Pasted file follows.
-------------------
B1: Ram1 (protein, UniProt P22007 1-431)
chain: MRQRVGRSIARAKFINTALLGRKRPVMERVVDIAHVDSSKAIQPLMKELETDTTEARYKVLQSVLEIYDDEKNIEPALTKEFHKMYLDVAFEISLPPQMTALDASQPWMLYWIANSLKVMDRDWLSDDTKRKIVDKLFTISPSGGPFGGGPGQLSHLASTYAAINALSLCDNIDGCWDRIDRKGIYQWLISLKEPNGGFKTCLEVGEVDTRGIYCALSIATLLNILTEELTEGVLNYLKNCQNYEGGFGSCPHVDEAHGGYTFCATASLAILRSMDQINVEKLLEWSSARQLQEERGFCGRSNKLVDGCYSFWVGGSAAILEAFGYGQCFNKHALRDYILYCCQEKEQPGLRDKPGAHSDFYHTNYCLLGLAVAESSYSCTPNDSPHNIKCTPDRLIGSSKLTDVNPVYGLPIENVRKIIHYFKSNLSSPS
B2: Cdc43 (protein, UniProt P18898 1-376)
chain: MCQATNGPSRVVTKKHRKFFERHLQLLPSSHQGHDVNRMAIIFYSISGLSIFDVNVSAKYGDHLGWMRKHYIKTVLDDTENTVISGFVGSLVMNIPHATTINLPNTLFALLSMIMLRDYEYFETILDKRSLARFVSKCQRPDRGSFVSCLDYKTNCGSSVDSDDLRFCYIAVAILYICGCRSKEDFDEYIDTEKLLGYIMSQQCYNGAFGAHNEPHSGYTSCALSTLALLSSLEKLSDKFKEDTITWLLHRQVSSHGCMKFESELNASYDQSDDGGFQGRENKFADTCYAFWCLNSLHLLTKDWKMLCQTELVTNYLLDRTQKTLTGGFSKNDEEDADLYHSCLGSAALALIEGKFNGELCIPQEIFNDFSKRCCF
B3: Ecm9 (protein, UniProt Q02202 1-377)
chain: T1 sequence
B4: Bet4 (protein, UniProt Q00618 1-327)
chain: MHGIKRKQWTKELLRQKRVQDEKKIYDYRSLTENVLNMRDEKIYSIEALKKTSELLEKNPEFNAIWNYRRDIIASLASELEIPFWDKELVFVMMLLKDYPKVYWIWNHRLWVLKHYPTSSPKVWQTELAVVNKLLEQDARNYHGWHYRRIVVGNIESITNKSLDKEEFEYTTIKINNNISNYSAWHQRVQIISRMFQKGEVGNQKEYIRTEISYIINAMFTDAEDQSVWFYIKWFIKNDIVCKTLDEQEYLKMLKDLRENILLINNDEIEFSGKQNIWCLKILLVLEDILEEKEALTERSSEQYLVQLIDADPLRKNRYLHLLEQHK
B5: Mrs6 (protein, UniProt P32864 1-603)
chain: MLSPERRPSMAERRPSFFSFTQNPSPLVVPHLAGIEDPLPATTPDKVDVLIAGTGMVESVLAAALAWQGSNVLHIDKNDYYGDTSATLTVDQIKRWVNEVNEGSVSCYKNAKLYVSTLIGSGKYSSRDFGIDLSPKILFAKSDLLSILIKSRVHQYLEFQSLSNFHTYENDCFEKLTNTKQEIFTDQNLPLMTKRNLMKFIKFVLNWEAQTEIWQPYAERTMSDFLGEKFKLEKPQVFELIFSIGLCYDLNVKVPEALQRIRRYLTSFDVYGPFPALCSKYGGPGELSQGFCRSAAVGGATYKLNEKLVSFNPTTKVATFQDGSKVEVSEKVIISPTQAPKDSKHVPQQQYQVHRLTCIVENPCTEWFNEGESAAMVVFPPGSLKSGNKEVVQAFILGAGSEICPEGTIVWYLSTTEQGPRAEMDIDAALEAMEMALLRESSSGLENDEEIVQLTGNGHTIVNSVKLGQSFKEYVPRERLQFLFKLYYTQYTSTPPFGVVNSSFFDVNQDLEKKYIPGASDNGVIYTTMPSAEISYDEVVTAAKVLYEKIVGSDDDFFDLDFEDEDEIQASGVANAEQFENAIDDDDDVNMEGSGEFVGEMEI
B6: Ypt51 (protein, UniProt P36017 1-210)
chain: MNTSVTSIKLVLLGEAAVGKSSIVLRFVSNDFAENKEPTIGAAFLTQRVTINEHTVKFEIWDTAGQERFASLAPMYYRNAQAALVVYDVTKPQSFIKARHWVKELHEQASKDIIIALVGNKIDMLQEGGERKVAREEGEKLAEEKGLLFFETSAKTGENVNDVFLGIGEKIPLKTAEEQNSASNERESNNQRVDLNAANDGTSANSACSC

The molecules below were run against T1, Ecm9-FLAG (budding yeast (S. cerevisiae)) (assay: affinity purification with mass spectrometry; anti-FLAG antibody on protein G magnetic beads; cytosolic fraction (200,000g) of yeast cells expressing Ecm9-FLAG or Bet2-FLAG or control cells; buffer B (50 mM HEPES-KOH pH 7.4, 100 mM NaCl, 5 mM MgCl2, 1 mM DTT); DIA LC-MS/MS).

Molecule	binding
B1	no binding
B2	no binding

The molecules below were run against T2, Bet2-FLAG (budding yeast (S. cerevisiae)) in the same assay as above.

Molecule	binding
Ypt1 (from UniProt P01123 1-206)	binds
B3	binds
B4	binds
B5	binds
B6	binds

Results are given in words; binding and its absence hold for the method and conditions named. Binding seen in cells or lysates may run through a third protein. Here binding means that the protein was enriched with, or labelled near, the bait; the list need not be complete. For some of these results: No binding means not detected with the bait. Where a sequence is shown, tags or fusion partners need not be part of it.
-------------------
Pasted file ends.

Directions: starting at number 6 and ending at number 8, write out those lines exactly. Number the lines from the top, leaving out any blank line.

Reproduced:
chain: T1 sequence
B4: Bet4 (protein, UniProt Q00618 1-327)
chain: MHGIKRKQWTKELLRQKRVQDEKKIYDYRSLTENVLNMRDEKIYSIEALKKTSELLEKNPEFNAIWNYRRDIIASLASELEIPFWDKELVFVMMLLKDYPKVYWIWNHRLWVLKHYPTSSPKVWQTELAVVNKLLEQDARNYHGWHYRRIVVGNIESITNKSLDKEEFEYTTIKINNNISNYSAWHQRVQIISRMFQKGEVGNQKEYIRTEISYIINAMFTDAEDQSVWFYIKWFIKNDIVCKTLDEQEYLKMLKDLRENILLINNDEIEFSGKQNIWCLKILLVLEDILEEKEALTERSSEQYLVQLIDADPLRKNRYLHLLEQHK